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Capri in February

Updated: May 23, 2023

Capri is pure romance - the island, molded in the blue waters of Italy's Tyrrhenian Sea, has for ages been a favorite destination of queens and emperors. The blue waters, the fabulous shopping, and the ruins of the imperial Roman Villas underneath the famous limestone setbacks have made this island a premier summer destination full of glitz and glamour. However, in February, when I first came to visit, the island told a much different story.

That Winter, life on the island seemed to have vanished. Offseason on Capri carried a much different aura, a more subdued allure; it was wreathed in stillness and ease as if we had it all to ourselves. My friends and I visited in mid-February; our group of fifteen made up half of the ferry's passengers from Sorrento. We arrived at the Marina Grande harbor with no plan and zero expectations. The harbor was empty, all the doors shut, and all the restaurants closed. No life, no bustle, just everything unopen and nobody else around. I discovered later that the population of Capri and much of Almafi decreases during the winter months as those who work in tourism jet abroad until spring.

As we rode up the winding roads to Capri town to the Gardens of Augustus, it felt as if the island had been abandoned. The Gardens were empty, with no strangers to share the views of Faraglioni, Marina Piccola, and Via Krupp, the famous mountainside switchbacks. After the gardens, we wandered to the Piazza Umberto and the viewpoints of Capri Town; it was a beautiful Italian winter day. We drank espresso and ate pastries at one of the only open cafes. The waiter recommended we take a sightseeing boat around the island, so we stopped at a shop to buy champagne for our ride. Back at the harbor, our boat embarked around the entire island, through the Faraglioni, past the Blue Grotto, and eventually back to Marina Grande. The winter sun was warm, the water was peaceful, and we were the only boat in sight. Floating around the island, the sea was quiet; it felt like we were the only ones to ever experience Capri in this undisturbed state.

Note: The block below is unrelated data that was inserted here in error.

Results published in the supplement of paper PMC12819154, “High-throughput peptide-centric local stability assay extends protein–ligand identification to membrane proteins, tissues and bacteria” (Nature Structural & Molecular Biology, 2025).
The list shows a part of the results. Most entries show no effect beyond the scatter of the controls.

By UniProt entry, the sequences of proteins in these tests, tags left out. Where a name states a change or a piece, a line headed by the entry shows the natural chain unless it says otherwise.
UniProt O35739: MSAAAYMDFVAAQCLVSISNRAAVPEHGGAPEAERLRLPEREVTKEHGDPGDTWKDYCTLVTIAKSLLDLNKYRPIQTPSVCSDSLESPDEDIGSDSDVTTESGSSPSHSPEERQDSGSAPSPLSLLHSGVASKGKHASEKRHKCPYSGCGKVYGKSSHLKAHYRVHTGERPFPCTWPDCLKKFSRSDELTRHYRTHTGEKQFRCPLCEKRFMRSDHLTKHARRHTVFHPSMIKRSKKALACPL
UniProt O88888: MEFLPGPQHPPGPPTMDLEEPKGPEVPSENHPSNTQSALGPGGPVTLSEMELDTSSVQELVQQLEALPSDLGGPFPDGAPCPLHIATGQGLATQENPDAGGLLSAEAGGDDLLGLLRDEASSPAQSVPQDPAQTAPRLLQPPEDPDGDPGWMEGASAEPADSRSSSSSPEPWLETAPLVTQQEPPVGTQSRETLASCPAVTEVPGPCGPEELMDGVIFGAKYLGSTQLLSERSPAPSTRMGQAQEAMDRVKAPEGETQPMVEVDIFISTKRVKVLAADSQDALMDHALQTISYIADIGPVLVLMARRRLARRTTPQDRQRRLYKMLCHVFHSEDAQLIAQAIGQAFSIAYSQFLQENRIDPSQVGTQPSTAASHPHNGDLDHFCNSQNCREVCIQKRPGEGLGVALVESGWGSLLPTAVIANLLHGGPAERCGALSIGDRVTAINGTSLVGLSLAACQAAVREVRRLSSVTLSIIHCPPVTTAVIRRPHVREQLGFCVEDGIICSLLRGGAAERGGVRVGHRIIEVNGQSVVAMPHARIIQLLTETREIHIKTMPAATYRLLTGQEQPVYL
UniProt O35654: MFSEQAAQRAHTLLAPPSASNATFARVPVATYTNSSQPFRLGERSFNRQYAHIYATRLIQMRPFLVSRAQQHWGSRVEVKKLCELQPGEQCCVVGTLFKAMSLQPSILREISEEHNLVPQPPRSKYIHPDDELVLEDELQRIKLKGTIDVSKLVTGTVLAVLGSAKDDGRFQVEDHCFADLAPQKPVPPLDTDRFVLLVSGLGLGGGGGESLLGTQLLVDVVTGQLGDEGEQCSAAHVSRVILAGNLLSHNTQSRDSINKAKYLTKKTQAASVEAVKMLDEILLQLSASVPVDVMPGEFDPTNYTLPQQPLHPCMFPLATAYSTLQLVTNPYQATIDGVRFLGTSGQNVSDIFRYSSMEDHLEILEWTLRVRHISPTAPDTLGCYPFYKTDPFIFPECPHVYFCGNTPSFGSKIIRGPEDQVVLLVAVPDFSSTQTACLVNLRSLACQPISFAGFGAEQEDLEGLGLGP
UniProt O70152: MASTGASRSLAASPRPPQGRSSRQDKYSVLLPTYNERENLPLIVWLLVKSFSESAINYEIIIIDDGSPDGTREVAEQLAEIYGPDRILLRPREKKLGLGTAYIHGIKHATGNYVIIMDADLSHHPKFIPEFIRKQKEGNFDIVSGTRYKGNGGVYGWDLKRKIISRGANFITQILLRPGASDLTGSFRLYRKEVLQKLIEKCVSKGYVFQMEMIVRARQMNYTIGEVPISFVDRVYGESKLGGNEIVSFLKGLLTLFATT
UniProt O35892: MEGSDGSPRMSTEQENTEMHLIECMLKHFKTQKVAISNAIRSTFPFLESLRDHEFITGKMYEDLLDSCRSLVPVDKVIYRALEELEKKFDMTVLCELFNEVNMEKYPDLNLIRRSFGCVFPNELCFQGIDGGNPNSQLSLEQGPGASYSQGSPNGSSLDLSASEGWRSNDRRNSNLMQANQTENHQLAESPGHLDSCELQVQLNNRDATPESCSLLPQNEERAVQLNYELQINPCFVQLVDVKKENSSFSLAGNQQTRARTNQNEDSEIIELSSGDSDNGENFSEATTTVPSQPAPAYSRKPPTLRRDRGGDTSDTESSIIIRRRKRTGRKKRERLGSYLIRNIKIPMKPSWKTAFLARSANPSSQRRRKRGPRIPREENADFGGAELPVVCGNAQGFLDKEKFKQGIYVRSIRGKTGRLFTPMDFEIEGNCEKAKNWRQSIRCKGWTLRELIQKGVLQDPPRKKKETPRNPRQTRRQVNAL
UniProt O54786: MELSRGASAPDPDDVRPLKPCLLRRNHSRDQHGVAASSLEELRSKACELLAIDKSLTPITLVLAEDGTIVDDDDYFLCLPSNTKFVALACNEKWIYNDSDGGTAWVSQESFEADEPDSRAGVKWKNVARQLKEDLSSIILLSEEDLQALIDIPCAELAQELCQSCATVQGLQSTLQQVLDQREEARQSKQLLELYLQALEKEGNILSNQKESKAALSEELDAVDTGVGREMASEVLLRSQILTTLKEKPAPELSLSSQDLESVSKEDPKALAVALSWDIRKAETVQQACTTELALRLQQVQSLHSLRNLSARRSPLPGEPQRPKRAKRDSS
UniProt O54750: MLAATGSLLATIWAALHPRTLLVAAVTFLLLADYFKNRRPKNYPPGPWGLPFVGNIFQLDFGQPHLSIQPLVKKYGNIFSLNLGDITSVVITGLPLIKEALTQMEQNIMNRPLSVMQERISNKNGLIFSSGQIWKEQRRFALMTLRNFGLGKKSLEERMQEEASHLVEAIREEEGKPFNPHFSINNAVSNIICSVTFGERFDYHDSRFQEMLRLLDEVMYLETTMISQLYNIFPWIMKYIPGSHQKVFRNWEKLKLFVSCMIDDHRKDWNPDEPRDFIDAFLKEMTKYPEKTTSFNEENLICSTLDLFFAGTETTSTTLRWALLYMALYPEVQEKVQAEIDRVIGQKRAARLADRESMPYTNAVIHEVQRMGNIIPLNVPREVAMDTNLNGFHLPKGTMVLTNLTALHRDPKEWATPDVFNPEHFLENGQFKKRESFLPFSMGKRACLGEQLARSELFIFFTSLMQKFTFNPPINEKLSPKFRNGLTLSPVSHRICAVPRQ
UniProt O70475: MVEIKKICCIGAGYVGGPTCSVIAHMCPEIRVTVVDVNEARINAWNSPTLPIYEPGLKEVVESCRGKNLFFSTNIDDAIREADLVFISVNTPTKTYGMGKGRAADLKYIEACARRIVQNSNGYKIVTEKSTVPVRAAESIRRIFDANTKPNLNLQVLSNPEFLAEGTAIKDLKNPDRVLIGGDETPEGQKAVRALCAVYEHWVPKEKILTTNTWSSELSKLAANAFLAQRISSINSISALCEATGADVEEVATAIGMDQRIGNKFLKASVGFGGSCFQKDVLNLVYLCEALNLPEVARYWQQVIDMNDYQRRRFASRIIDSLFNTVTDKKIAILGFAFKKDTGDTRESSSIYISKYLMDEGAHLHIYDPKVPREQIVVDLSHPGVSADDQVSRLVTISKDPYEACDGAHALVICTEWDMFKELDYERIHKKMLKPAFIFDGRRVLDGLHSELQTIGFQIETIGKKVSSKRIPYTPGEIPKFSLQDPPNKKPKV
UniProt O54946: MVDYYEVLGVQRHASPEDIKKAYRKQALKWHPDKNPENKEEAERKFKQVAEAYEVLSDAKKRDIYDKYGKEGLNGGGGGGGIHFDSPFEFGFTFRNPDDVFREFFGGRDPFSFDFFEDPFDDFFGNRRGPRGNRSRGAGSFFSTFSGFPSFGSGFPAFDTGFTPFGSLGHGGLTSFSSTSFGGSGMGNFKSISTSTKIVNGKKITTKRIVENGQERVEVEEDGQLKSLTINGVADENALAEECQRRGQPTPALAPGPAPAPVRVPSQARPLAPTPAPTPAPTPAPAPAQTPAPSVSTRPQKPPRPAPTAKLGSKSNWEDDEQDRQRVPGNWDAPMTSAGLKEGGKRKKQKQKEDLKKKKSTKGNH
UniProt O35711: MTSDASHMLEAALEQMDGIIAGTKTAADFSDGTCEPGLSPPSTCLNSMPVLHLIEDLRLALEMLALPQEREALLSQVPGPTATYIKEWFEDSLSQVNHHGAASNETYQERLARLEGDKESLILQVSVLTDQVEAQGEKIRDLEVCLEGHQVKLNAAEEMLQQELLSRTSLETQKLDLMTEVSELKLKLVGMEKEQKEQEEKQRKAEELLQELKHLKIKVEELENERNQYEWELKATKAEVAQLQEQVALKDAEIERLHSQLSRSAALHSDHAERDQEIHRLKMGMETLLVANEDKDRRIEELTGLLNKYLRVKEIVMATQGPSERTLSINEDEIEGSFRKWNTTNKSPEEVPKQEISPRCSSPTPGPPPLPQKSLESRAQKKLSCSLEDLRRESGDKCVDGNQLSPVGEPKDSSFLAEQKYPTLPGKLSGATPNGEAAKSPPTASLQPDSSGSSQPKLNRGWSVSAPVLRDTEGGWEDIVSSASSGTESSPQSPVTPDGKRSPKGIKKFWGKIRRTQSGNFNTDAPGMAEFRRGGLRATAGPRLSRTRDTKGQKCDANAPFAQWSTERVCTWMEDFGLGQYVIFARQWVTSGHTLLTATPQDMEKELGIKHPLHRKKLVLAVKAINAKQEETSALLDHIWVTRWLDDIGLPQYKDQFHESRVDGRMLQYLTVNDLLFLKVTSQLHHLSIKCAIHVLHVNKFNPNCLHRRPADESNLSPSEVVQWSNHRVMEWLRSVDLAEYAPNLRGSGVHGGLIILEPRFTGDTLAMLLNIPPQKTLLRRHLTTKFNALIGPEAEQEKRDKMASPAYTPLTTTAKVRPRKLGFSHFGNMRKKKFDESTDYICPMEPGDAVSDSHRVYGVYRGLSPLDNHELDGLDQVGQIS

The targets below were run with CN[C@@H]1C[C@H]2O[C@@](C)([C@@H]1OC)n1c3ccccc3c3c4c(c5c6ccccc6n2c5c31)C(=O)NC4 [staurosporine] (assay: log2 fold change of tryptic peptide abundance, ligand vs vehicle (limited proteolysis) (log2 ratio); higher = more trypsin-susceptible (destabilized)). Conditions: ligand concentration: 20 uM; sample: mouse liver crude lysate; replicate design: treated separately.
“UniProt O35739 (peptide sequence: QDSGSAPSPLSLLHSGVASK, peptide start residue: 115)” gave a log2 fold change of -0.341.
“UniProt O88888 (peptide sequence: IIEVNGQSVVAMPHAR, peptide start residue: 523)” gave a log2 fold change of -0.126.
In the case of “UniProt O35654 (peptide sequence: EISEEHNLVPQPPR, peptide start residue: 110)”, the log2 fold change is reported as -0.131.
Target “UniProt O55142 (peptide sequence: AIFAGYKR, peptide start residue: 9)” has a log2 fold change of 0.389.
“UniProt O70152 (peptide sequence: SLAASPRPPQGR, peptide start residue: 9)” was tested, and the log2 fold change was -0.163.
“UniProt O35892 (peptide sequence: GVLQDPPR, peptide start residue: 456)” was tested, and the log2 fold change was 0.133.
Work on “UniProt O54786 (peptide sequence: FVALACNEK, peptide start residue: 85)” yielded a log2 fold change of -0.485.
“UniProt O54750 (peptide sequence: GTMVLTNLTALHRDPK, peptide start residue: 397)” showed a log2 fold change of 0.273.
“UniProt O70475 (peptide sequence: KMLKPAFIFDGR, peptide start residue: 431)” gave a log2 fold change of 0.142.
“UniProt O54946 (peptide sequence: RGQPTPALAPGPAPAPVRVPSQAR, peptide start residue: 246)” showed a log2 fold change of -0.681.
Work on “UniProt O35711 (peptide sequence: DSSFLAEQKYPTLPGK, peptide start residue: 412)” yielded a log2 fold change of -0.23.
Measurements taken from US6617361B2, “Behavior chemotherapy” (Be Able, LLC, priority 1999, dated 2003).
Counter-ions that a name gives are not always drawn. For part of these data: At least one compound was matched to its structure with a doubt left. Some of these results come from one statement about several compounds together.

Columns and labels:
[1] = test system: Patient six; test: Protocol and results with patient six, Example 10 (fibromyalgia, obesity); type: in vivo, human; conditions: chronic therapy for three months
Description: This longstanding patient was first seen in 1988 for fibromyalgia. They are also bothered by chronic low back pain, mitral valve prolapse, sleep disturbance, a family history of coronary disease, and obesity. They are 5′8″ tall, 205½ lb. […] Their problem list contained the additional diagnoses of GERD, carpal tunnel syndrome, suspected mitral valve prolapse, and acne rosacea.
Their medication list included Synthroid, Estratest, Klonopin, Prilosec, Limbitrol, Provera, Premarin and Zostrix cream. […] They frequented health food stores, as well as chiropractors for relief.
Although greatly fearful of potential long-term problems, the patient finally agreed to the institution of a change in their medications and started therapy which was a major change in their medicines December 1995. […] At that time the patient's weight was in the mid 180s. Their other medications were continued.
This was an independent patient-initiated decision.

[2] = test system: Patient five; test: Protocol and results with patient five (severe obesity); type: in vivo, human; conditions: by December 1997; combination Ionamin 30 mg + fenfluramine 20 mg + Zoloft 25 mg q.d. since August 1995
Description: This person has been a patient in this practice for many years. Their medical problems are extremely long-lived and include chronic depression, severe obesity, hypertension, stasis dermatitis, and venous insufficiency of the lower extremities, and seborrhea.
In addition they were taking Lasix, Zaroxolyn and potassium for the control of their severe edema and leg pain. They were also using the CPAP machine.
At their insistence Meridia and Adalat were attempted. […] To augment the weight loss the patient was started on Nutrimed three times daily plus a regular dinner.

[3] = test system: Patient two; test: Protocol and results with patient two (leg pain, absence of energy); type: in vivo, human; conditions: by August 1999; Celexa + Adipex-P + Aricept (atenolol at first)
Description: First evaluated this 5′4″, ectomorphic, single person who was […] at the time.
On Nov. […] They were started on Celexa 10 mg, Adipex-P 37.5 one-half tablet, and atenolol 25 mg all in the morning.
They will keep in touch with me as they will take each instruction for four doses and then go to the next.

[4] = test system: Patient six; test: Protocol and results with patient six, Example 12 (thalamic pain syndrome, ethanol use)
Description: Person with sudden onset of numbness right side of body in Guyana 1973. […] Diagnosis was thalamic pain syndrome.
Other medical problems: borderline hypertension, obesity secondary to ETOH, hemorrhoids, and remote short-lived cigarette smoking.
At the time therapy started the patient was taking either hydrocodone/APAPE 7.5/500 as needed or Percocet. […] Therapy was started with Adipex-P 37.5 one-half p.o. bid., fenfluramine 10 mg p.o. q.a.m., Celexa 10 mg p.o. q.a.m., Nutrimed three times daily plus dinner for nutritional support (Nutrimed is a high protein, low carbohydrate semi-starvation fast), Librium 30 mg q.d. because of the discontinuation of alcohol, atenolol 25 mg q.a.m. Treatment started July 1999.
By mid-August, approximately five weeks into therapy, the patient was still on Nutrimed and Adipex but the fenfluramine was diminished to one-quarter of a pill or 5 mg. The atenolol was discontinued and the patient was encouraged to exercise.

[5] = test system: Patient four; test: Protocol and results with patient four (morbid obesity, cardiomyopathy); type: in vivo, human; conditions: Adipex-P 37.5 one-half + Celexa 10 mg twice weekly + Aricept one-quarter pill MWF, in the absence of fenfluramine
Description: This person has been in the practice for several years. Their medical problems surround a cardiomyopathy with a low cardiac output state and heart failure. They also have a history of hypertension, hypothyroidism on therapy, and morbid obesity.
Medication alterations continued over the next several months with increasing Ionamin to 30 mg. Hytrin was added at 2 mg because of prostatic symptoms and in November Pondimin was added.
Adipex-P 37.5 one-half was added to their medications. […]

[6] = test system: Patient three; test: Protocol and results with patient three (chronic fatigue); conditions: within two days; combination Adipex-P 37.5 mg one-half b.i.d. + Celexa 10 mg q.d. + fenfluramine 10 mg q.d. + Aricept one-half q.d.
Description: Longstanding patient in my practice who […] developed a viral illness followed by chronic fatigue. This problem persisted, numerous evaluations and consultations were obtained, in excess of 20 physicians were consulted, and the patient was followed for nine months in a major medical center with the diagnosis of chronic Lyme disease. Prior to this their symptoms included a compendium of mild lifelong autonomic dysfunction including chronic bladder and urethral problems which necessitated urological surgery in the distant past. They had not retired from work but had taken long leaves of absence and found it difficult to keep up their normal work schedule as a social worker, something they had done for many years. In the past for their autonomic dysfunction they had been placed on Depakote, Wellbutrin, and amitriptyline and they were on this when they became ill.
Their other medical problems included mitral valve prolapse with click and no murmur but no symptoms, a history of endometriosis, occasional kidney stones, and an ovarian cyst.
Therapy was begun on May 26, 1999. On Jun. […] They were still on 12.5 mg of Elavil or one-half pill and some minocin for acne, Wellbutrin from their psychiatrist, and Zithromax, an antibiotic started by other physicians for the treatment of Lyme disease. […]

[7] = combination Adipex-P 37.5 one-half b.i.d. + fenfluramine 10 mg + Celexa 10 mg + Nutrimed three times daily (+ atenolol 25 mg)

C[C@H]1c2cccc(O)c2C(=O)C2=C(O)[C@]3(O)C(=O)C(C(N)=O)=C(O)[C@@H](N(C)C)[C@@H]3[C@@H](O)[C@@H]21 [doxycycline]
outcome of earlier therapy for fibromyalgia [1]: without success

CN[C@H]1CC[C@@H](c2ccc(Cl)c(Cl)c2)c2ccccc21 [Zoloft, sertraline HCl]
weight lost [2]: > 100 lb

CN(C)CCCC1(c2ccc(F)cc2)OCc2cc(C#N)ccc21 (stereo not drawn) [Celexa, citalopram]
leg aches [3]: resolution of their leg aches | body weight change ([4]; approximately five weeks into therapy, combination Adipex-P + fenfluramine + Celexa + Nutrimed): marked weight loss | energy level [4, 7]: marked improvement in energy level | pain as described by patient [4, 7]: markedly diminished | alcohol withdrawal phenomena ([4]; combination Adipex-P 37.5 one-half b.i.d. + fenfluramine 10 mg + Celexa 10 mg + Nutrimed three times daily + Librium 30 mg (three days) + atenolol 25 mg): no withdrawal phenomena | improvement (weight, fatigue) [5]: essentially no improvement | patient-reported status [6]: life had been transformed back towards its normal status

With half of the day left, we took a bus up Mount Solaro, where we gazed out the windows to the view of the Mediterranean, the Bay of Naples, and the far-off Almafi Coast. We arrived in Anacapri, the only other town on the island. This normally luxurious vacation town seemed to be in hibernation. We found an open restaurant for an early dinner, where we shared pasta and Aperol Spritzes. With several hours until our ferry and all the buses shut down for the day, we wandered down the mountain towards the Phoenician Steps. Along our way, we passed an empty soccer field overlooking the water. With nowhere to be, we were inspired to play a game of pickup. As the light faded over the island, the beautiful Italian sunset ended our soccer match. At dusk, we arrived at the harbor once more; the night sky having settled in over the quiet island.

My day on the empty island of Capri was over. A day of solitude and beauty, I experienced the island's innate beauty in a suspended state, a way in which very few get to encounter Capri, void of the summer chaos and bustle. I will never be able to replicate the serene tranquility of Capri that day in February.

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